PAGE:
Saturday 9 June 2018, University of Sussex
A one-day interdisciplinary conference celebrating and interrogating the role that women have played in folk song, folklore, and cultural traditions – as tradition bearers, performers, authors, collectors, storytellers and scholars - through presentations and papers across a variety of topics and from historical, contemporary, and future perspectives.
Lucy Neal, theatremaker and writer, is interested in how celebratory events act as a catalyst for change. Co-founder Director of the influential London International Festival of Theatre (1981-2005), she has been active in the global grassroots Transition movement since 2008. Playing for Time - Making Art As If the World Mattered, (Oberon Books 2015), was co-written with 60 artists and activists and maps collaborative arts practices emerging in response to planetary challenges.
Lucy is currently Creative Associate of Devon-based Encounters and Associate of the Happy Museum Project. She is author of The Great Imagining - how the arts spark cultural change in Zero Carbon Britain’s 2017 Making It Happen. Lucy staged The Making of London as a National Park City in September 2016 and is a Trustee of the Aluna Foundation. Co-author of The Turning World - stories from the London International Festival of Theatre (Gulbenkian 2005), she was awarded an OBE in 2005 for services to drama. She is an experienced broadcaster and public speaker, recently delivering The Citizen Artist as An Agent of Change at Royal Society of Arts. She swims year round at the Tooting Bec Lido near where she lives in South London.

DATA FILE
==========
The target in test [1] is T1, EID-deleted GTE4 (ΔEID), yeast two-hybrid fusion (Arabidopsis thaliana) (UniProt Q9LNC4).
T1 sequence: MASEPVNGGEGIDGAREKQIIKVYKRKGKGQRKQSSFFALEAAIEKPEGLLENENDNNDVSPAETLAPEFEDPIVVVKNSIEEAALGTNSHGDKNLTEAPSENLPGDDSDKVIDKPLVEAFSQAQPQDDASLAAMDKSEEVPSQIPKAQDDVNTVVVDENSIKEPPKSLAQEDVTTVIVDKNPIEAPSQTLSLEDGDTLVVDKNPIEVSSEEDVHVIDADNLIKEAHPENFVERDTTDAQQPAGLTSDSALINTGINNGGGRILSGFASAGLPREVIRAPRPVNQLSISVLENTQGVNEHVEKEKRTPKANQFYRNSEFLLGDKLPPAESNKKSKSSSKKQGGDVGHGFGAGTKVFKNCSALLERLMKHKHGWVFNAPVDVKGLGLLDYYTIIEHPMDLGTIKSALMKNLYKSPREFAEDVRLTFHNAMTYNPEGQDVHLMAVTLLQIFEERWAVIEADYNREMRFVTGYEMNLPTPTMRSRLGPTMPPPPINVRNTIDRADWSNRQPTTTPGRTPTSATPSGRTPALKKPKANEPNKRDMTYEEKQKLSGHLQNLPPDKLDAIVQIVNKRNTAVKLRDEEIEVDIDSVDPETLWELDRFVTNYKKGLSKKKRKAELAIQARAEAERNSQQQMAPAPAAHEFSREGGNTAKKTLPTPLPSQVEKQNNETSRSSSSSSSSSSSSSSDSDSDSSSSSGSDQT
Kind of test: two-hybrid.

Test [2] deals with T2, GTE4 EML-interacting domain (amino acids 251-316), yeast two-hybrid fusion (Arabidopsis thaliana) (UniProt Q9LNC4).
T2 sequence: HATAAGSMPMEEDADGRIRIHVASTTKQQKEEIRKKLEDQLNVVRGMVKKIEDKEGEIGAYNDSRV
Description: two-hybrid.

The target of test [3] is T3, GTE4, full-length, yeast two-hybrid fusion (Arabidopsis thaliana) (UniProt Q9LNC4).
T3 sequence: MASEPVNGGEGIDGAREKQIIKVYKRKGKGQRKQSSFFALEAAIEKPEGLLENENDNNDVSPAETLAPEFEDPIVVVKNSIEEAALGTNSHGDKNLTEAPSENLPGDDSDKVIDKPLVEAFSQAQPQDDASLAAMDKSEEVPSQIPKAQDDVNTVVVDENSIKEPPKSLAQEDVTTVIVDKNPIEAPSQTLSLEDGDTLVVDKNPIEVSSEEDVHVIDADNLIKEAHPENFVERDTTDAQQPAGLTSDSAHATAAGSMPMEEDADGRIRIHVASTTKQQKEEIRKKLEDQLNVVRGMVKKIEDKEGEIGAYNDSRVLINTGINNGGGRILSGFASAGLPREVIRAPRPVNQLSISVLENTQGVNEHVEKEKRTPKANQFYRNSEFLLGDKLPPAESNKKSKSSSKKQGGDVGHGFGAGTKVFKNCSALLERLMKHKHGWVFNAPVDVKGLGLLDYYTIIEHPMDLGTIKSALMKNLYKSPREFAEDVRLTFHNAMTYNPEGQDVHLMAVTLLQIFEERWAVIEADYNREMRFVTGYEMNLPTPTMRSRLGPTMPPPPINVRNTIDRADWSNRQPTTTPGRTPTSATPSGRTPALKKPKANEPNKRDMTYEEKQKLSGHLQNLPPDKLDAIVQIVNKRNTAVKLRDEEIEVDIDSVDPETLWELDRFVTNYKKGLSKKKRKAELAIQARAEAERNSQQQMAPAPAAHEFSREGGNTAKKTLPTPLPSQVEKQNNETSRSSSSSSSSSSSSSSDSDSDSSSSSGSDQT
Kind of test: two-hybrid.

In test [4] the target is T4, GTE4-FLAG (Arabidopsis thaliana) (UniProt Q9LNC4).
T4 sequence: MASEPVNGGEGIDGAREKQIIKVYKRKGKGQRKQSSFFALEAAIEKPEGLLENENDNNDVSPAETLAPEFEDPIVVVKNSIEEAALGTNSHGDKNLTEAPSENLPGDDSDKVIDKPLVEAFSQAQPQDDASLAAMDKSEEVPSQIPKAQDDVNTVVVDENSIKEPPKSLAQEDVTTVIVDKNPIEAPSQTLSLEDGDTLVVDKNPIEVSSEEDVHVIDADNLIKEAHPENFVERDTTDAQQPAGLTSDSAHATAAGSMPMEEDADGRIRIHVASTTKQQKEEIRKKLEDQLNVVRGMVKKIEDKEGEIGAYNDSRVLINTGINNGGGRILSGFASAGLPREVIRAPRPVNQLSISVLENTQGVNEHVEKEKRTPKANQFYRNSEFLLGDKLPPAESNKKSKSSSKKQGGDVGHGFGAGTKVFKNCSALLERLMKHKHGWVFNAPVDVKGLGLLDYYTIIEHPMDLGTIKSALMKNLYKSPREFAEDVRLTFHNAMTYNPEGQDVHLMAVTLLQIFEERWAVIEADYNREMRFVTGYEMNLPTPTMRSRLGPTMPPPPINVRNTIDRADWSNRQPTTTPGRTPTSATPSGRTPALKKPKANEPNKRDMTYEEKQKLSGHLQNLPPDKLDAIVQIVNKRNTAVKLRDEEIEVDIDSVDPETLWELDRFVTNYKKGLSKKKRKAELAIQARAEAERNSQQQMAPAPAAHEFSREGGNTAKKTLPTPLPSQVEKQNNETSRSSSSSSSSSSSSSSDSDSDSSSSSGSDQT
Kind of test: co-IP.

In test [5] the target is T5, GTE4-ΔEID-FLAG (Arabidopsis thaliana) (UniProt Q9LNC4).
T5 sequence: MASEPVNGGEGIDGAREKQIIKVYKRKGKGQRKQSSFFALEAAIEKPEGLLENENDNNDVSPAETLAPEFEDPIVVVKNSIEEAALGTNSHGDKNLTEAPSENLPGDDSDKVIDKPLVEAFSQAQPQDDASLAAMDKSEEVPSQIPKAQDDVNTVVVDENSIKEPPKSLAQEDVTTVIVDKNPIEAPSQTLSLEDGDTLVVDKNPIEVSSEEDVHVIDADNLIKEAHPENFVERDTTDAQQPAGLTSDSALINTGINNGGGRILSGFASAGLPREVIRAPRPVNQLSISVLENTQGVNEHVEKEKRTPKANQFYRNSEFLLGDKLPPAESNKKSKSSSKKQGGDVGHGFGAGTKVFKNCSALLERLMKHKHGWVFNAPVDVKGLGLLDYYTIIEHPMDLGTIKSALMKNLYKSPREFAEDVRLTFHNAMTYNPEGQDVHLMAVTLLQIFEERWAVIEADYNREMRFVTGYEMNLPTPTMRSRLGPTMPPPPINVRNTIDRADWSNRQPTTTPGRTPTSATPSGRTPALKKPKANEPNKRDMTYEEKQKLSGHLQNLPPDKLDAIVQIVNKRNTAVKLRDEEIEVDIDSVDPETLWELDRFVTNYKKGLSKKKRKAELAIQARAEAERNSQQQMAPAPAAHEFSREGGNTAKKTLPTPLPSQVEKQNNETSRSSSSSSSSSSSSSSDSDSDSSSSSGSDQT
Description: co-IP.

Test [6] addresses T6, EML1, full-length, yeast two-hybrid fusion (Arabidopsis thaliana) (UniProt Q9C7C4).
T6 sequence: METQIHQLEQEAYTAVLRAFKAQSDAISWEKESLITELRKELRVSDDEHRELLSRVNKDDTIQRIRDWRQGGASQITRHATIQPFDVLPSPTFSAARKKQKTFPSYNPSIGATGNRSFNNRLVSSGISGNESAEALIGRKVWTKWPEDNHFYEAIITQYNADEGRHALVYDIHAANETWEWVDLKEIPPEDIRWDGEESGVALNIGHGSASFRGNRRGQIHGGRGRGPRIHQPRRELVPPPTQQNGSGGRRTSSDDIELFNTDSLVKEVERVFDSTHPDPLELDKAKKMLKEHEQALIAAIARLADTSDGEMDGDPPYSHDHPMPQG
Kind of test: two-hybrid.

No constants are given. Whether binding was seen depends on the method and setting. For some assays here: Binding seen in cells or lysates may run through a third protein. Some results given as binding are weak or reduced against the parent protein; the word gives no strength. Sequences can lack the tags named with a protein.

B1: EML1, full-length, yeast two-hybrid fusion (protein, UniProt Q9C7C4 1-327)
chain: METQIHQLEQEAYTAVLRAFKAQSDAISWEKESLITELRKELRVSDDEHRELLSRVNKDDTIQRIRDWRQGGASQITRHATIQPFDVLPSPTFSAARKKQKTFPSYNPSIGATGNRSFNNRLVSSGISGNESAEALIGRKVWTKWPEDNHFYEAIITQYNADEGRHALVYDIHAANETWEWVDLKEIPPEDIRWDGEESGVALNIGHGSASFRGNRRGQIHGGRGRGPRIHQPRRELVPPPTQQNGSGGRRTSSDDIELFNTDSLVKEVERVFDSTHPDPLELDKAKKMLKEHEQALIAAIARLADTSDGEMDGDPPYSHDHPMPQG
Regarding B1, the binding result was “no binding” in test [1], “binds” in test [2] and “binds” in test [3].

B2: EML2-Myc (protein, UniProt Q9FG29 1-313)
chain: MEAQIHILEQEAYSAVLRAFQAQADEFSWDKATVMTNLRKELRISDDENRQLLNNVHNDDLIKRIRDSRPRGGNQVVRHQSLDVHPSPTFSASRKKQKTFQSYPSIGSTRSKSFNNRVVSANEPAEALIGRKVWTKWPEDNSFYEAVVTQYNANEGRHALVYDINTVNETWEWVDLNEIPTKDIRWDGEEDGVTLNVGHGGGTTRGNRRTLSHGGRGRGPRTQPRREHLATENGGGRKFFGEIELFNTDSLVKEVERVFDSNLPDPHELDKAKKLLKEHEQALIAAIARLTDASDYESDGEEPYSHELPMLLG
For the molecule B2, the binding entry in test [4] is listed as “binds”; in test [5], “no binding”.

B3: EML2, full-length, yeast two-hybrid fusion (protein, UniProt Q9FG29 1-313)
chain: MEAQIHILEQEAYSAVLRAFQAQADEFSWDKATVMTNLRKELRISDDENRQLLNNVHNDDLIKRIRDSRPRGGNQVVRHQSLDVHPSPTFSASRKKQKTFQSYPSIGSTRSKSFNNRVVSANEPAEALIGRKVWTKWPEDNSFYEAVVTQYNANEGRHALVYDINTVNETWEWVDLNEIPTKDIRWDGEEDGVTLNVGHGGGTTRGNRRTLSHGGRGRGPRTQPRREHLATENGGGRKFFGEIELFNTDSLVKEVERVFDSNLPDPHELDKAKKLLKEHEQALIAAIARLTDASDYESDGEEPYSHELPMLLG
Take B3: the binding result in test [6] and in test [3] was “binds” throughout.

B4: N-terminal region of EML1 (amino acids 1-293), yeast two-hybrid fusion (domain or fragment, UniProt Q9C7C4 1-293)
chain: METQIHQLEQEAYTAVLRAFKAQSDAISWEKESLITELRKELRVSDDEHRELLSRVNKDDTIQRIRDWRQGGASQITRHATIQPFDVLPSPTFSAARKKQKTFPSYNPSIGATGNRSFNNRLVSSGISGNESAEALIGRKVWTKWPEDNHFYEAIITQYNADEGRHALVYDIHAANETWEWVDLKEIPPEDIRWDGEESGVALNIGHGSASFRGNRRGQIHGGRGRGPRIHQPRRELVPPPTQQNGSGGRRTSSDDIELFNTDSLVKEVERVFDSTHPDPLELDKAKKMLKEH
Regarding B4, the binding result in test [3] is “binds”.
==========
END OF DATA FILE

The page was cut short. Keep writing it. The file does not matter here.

As great great niece of Mary Neal CBE, Lucy led the HLF and Arts Council-funded Mary Neal Project in 2009 to includeGreat Aunt Mary’s Tune on Radio 4,www.maryneal.org and the celebratoryMary Neal Day at Cecil Sharp House at which Mary’s archive papers were presented to the Vaughan Williams Memorial Library, now online as part of the Library's digital archive.
Lucy’s creative practice remains inspired by Mary’s radical vision for social justice and creative equality for all.
Full programme to be announced soon.
Tickets include refreshments, organic vegetarian lunch and wine reception.
This conference is co-presented by Sussex Traditions, The Centre for Life History and Life Writing Research (University of Sussex), and The English Folk Dance & Song Society, and supported by The Centre for Memories, Narratives and Histories (Brighton University), and Sussex University’s Music Department.
£35.00 Full price (increases to £40 on 1 May)
£25.00 EFDSS and Sussex Tradition members (increases to £30 on 1 May)
£15.00 Students (increases to £20 on 1 May)
More detailed information and public transport recommendations can be found on the University of Sussex website.
Photograph courtesy of Peter Perry. The fiddler is Richard Sharp of the Boxgrove Tipteers and the ladies are dancing ‘The Black Nag’ in the garden of Richard Sharp’s house in Chichester.